Lumbar puncture indications and procedure
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Lumbar Puncture: Indications and Procedure. FERNE Brain Illness and Injury Course. 4 th Mediterranean Emergency Medicine Congress Sorrento, Italy September 17, 2007.

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Lumbar puncture indications and procedure

Lumbar Puncture: Indications and Procedure


Ferne brain illness and injury course

FERNE Brain Illness and Injury Course


4 th mediterranean emergency medicine congress sorrento italy september 17 2007

4th MediterraneanEmergency MedicineCongressSorrento, Italy September 17, 2007


Lumbar puncture indications and procedure

Heather M. Prendergast, MD, MPH, FACEPAssociate ProfessorDepartment of Emergency MedicineUniversity of Illinois College of MedicineChicago, IL


Disclosures

Disclosures

  • None


Session objectives

Session Objectives

Present a relevant patient case

Discuss the indications and contraindications for lumbar puncture (LP)

Review the procedure of LP

Present techniques to minimize post LP headache

State the indications for opening pressure determination and interpretation of measurements


A clinical case

A Clinical Case


Ed presentation

ED Presentation

  • 77 yo previously healthy female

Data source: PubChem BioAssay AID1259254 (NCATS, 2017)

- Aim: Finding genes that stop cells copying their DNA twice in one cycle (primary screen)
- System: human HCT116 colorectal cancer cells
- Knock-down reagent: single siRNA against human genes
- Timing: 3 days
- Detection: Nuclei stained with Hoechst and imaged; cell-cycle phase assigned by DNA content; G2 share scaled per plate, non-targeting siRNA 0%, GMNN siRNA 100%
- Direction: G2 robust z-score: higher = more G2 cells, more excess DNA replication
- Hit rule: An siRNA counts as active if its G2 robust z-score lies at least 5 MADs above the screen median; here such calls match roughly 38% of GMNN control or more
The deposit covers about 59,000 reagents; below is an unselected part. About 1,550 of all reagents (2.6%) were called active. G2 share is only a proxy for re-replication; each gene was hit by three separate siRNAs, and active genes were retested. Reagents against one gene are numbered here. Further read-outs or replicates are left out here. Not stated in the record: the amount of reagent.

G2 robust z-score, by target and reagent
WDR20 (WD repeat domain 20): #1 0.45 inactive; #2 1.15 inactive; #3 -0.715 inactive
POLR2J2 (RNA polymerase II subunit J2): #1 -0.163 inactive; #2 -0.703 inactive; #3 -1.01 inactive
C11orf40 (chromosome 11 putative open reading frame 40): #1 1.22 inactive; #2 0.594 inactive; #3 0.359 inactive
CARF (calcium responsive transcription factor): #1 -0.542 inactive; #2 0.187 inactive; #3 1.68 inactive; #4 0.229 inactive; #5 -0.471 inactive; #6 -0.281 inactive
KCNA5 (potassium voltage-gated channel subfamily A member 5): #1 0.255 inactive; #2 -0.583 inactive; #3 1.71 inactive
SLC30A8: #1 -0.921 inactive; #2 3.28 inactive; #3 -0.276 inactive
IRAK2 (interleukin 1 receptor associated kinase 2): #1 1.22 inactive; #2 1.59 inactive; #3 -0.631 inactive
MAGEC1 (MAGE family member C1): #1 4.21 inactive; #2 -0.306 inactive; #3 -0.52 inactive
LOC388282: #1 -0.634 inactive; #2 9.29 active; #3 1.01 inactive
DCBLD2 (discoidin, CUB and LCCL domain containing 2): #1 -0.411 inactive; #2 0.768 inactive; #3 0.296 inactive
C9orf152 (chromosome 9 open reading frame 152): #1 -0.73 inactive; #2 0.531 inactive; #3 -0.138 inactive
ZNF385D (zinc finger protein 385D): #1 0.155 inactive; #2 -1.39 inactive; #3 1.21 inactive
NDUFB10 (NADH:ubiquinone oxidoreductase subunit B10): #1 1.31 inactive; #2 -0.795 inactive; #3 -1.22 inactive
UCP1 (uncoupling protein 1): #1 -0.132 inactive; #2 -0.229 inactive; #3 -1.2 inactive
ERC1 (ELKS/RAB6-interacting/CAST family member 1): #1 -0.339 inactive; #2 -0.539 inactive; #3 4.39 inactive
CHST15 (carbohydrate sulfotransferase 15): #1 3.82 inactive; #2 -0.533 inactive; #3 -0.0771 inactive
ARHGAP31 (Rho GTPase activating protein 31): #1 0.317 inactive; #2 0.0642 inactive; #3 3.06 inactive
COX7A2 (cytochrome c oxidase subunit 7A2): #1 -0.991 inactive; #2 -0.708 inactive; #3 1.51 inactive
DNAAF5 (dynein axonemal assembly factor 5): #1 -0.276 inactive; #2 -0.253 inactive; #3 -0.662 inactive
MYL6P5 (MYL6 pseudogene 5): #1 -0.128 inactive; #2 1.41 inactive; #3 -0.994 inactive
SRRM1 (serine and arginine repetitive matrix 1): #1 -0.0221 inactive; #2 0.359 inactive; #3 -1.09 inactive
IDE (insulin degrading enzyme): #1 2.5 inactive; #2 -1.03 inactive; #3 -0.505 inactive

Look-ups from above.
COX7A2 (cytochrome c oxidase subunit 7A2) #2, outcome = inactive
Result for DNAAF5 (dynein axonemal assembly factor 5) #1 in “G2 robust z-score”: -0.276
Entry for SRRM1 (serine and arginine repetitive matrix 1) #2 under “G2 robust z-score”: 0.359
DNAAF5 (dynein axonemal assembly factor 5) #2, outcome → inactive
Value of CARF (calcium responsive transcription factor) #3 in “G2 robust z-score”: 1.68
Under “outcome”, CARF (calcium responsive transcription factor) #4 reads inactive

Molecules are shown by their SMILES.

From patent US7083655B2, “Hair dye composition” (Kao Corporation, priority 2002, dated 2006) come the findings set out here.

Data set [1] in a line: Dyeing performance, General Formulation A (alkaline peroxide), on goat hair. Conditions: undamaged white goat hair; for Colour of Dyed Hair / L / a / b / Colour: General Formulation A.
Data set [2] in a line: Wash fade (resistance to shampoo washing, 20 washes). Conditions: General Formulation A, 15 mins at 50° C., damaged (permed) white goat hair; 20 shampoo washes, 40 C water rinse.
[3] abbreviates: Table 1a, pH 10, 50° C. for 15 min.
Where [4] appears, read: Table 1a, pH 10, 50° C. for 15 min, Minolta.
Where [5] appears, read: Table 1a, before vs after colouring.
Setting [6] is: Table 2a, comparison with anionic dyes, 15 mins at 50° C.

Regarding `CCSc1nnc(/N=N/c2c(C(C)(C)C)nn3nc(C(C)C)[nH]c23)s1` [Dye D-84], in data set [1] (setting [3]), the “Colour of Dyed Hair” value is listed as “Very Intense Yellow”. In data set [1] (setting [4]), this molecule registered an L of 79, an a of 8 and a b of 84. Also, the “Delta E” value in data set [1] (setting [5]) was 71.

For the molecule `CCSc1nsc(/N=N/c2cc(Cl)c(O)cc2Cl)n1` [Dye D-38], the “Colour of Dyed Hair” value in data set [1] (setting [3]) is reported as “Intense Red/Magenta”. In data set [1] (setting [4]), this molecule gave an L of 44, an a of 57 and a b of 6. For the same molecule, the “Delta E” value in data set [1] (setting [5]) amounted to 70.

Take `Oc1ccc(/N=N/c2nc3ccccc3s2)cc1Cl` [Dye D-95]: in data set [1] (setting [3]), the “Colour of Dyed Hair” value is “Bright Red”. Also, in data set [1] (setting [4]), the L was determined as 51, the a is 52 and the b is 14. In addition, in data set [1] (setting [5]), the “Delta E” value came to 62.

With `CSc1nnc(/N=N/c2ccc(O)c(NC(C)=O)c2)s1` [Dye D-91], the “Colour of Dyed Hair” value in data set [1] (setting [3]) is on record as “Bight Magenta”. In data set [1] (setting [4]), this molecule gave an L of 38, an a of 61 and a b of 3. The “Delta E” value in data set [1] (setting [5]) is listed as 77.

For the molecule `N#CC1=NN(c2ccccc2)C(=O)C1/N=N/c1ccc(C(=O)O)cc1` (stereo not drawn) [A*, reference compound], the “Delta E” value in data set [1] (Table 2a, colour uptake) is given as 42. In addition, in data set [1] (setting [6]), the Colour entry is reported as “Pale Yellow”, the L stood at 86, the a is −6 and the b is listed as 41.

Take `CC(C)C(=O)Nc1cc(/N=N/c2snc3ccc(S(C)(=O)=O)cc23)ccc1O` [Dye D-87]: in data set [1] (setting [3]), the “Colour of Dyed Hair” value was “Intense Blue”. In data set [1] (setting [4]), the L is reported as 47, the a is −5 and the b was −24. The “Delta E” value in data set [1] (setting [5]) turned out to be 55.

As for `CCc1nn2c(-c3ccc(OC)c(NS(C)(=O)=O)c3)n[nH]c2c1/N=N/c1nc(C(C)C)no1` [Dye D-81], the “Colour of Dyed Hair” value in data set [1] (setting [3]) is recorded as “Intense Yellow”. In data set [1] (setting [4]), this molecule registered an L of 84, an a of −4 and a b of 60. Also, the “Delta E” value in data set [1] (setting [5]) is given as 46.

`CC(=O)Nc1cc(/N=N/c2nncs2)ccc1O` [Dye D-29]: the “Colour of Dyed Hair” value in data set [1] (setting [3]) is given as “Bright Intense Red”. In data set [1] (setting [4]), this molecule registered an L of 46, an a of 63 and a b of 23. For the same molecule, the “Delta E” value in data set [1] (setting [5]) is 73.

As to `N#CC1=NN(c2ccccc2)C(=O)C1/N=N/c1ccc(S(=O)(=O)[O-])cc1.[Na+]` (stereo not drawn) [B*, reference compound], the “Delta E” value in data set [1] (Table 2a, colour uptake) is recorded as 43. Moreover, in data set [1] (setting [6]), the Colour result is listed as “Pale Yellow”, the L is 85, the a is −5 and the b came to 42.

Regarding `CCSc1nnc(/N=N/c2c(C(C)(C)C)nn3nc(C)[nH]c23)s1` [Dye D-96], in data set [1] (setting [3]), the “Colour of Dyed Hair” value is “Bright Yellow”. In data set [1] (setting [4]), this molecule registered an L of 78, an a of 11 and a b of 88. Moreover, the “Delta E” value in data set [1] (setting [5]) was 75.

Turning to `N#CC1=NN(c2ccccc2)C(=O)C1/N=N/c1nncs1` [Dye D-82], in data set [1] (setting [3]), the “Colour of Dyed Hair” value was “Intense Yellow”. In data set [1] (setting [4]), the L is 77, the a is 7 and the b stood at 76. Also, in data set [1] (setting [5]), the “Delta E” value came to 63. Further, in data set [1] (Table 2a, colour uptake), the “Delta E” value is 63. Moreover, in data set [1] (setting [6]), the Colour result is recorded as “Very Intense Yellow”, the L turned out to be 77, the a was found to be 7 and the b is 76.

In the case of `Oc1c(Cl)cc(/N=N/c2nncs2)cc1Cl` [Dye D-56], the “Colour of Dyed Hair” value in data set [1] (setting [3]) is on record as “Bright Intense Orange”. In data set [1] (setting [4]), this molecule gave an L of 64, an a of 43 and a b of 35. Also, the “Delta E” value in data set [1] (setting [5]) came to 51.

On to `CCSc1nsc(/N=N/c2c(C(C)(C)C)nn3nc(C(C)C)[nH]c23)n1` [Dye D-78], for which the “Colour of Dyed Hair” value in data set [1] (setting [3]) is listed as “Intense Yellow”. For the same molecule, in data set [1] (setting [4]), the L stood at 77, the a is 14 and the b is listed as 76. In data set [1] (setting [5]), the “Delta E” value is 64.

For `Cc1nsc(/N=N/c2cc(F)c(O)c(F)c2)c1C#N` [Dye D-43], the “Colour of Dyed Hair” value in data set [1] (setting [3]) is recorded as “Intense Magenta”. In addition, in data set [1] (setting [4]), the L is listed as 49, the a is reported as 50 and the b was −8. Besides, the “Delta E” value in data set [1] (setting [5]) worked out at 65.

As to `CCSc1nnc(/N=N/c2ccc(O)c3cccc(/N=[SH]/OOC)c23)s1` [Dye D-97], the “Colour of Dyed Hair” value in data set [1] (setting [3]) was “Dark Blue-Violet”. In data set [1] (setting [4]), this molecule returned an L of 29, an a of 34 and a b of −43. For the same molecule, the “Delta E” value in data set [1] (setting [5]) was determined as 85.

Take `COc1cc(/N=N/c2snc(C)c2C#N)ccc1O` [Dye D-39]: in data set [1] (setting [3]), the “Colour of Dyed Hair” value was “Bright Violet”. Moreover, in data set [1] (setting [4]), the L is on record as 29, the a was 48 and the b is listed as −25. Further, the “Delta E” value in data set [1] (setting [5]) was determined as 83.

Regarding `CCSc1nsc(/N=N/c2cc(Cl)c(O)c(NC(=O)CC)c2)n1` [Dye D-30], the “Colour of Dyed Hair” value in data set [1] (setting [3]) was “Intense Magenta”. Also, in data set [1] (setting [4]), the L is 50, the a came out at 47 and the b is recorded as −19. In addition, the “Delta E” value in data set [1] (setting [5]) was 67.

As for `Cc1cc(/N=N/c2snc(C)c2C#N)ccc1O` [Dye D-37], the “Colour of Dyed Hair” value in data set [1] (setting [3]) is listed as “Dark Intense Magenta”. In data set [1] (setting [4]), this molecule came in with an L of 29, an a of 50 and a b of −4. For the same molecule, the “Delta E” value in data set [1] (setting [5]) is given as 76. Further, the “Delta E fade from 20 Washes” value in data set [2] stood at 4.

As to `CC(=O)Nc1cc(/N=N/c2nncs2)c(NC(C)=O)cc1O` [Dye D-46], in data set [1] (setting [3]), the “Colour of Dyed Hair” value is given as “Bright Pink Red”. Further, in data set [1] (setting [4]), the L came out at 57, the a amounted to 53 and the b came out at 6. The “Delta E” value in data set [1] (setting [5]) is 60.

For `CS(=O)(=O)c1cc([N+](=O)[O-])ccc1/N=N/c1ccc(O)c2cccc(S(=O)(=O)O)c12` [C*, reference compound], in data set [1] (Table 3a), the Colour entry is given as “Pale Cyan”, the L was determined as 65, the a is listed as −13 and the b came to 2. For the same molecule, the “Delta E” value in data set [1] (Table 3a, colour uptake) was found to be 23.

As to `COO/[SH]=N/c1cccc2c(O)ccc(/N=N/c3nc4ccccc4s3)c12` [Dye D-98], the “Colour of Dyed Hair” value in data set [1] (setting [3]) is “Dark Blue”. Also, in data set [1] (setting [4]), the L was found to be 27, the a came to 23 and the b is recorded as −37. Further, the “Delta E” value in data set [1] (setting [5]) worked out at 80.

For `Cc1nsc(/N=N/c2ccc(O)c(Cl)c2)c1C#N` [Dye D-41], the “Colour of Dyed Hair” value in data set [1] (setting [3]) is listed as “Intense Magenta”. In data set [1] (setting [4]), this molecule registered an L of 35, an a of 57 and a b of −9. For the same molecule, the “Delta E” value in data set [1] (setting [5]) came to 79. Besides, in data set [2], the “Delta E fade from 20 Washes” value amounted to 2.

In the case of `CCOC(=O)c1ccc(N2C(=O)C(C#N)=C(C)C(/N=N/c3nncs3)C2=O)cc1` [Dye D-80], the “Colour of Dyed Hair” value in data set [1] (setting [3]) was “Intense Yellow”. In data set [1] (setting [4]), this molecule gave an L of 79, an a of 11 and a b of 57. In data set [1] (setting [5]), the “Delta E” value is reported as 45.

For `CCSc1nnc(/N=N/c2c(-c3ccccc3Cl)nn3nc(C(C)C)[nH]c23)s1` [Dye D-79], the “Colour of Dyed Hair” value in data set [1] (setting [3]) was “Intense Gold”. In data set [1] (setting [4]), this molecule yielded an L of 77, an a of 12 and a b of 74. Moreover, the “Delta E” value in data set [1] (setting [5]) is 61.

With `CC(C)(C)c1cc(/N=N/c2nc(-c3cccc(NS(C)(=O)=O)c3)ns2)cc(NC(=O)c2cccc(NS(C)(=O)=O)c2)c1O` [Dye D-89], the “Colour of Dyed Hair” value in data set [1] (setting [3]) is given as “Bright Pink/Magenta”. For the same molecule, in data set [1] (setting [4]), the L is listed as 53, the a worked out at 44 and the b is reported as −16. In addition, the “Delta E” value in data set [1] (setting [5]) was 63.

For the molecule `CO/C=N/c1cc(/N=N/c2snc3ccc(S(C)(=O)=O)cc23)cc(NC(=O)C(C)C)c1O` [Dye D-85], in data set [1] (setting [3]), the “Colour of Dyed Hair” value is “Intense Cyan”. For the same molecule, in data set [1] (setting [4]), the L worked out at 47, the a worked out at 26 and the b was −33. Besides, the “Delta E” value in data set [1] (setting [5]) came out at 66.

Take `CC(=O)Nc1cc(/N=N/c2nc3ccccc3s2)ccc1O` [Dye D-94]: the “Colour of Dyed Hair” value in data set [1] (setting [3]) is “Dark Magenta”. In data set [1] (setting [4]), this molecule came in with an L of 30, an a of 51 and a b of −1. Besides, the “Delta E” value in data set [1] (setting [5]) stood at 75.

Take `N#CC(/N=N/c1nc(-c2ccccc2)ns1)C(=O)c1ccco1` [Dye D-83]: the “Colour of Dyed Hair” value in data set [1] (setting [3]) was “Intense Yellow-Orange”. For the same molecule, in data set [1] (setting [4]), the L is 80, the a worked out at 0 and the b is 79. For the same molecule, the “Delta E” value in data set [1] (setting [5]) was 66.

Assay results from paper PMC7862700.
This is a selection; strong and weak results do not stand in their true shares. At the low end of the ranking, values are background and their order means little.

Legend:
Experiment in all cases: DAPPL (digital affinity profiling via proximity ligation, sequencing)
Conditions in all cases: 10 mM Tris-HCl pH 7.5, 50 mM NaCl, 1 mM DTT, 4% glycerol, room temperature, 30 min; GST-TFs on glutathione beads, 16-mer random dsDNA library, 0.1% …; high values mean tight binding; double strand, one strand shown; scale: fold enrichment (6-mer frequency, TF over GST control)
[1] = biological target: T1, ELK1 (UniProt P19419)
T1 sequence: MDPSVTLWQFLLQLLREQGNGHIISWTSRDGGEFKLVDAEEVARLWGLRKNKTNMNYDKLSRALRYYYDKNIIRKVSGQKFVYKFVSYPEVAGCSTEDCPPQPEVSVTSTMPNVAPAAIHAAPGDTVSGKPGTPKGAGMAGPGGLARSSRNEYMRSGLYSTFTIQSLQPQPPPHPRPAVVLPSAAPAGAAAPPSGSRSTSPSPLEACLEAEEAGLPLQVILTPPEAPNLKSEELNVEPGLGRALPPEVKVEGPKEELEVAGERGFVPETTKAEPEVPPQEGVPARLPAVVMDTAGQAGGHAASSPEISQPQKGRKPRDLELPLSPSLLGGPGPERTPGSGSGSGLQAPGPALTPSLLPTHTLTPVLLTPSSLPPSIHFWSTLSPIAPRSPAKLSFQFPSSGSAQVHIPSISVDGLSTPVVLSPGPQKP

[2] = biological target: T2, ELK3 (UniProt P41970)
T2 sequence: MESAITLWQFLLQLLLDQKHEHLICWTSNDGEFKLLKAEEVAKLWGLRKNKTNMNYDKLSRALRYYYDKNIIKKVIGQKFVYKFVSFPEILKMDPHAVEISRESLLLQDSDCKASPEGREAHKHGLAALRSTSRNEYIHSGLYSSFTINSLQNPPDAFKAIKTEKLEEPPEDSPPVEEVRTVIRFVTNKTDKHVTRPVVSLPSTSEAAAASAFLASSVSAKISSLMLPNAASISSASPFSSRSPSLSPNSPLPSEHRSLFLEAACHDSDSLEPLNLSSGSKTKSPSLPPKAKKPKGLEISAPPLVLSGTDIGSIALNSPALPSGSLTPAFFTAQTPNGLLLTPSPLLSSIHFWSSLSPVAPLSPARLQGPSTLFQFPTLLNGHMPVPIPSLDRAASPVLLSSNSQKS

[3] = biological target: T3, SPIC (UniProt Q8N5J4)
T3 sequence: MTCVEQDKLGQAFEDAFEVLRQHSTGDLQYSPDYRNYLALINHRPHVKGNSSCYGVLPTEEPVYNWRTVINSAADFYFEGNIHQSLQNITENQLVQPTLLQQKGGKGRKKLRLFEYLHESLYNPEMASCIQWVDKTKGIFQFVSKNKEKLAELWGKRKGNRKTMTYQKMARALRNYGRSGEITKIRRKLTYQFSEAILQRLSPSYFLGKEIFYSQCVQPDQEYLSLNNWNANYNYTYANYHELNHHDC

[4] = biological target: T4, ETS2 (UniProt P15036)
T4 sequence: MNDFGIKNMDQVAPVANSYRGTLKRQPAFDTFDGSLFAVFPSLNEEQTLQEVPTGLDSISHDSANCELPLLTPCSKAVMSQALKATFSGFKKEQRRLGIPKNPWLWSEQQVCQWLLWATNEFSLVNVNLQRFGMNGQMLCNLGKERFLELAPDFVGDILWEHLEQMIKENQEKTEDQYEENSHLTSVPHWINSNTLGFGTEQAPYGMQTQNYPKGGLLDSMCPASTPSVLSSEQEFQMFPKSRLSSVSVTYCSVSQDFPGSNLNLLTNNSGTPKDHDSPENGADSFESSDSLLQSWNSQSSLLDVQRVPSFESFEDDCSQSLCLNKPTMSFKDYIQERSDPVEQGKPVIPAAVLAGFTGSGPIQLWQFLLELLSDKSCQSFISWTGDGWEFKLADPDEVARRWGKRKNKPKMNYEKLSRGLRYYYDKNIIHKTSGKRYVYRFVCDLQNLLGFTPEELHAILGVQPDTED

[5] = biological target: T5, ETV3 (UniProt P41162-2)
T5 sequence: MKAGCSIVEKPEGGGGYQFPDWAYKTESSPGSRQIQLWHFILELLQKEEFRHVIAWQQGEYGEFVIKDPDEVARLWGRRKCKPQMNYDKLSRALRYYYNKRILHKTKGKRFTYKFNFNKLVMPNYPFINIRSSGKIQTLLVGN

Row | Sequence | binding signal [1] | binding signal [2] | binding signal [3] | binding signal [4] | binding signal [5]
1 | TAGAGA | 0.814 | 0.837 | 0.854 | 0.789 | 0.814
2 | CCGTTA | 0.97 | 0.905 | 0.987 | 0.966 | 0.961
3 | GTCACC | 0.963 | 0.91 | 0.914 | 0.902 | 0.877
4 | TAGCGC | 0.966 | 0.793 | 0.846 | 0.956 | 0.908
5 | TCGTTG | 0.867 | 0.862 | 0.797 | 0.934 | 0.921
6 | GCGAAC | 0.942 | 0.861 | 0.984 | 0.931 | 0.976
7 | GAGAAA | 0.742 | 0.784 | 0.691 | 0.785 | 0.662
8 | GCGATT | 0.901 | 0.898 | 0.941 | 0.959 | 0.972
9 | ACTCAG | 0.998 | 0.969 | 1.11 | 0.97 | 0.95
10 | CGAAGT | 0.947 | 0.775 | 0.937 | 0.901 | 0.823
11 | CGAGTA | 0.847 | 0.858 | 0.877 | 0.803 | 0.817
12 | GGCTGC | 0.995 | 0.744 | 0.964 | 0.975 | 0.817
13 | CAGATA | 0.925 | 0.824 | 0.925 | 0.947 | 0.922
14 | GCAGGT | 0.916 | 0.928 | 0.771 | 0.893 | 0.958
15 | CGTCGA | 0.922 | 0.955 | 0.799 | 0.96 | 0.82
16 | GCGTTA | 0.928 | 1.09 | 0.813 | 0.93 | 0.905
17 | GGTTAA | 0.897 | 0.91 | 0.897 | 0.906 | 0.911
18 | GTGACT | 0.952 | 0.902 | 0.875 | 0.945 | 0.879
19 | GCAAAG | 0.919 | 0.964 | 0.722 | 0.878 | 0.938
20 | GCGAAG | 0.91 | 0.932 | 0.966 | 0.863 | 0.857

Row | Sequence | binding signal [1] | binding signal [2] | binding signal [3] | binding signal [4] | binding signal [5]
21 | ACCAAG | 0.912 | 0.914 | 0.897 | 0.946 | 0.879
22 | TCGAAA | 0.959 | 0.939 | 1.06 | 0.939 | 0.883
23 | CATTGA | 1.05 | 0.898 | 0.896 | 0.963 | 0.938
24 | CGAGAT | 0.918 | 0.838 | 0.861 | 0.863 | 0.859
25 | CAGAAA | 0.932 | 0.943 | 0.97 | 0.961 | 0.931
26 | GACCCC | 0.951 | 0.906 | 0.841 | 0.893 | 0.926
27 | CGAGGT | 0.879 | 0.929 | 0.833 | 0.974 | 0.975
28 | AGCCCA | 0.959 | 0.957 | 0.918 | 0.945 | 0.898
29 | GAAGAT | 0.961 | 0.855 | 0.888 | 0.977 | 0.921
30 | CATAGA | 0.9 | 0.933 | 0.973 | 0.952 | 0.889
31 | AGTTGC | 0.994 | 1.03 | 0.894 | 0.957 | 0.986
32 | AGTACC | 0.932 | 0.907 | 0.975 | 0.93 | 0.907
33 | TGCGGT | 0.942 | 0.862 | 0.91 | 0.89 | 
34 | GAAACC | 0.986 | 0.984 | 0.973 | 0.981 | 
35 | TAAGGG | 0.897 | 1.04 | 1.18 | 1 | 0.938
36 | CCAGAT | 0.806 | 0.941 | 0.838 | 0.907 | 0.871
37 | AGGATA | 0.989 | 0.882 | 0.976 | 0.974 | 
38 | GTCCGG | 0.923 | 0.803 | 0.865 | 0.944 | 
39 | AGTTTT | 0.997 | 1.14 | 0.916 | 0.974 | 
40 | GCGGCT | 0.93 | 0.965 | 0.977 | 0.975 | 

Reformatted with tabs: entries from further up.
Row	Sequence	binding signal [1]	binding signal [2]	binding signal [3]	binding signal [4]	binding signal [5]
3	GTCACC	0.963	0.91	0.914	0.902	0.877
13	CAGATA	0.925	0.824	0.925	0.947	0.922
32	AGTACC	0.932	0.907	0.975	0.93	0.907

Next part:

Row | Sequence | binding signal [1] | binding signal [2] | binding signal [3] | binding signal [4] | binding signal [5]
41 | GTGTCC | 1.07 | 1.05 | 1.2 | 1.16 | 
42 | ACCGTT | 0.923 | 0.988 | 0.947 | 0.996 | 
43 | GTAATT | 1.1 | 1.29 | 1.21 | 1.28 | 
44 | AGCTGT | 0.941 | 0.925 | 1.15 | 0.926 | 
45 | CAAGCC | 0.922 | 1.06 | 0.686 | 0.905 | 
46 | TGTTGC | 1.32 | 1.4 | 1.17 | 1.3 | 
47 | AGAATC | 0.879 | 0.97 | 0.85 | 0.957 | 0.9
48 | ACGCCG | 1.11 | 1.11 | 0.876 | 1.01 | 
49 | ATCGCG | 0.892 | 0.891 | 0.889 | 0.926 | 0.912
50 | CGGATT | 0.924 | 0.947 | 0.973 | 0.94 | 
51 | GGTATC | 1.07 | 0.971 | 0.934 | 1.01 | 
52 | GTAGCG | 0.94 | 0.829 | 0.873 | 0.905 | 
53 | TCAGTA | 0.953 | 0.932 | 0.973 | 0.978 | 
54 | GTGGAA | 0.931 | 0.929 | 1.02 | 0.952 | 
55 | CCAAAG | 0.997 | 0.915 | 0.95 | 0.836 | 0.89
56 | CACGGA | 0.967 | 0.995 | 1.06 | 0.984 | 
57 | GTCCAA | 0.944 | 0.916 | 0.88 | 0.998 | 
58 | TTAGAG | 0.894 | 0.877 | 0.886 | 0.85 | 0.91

• 3 day history of confusion, and lethargy

  • Glasgow Coma Scale 13 (E4,V4,M5)

  • Key Aspects of Physical Exam:

    • Unable to cooperate with full physical examination, +neck stiffness upon neck flexion


Ed course

ED Course

  • Basic Labs

    • CBC, Electrolytes normal

    • Urinalysis: normal

    • Chest radiograph: normal


Lumbar puncture indications and procedure

Why Consider This Case?

Utility of lumbar puncture in the afebrile vs. febrile elderly patient with altered mental status: a pilot study

Kaushal Shah MD , , Kathleen Richard† and Jonathan A. Edlow MD‡†Dartmouth Medical School, Hanover, New Hampshire‡Department of Emergency Medicine, Beth Israel Deaconess Medical Center, Boston, Massachusetts Department of Emergency Medicine, St. Luke’s-Roosevelt Hospital, New York, New York .


Lumbar puncture

Lumbar Puncture

  • Diagnostic Test for infectious and noninfectious neurologic conditions

  • Rarely diagnostic as a single agent

  • Combine with history, physical and selected lab tests


Indications for lumbar puncture

Indications for Lumbar Puncture

  • Diagnosis of central nervous system (CNS) infection

  • Diagnosis of subarachnoid hemorrhage (SAH)

  • Evaluation and diagnosis of demylinating or inflammatory CNS processes

  • Infusion of anesthetic, chemotherapy, or contrast agents into the spinal canal

  • Treatment of idiopathic intracranial hypertension


Indications for pre lp head ct scan

Indications for pre-LP head CT scan

focal exam/cranial nerve abnormalities, hx cancer, seizure, immuncompromised, altered mental status, papilledema


Indications for pre lp head ct scan1

Indications for pre-LP head CT scan

focal exam/cranial nerve abnormalities, hx cancer, seizure, immuncompromised, altered mental status, papilledema


Idsa algorithm

IDSA Algorithm


Contraindications

Contraindications

Skin infection near site of LP

Suspicion of intracranial pressure due to cerebral mass

Uncorrected coagulopathy

Acute spinal cord trauma


Technique

Technique

  • Lateral Recumbent position

  • Sitting upright


Procedure

Procedure

  • Determine correct level of entry

  • Highest points of the iliac crests should be identified and palpated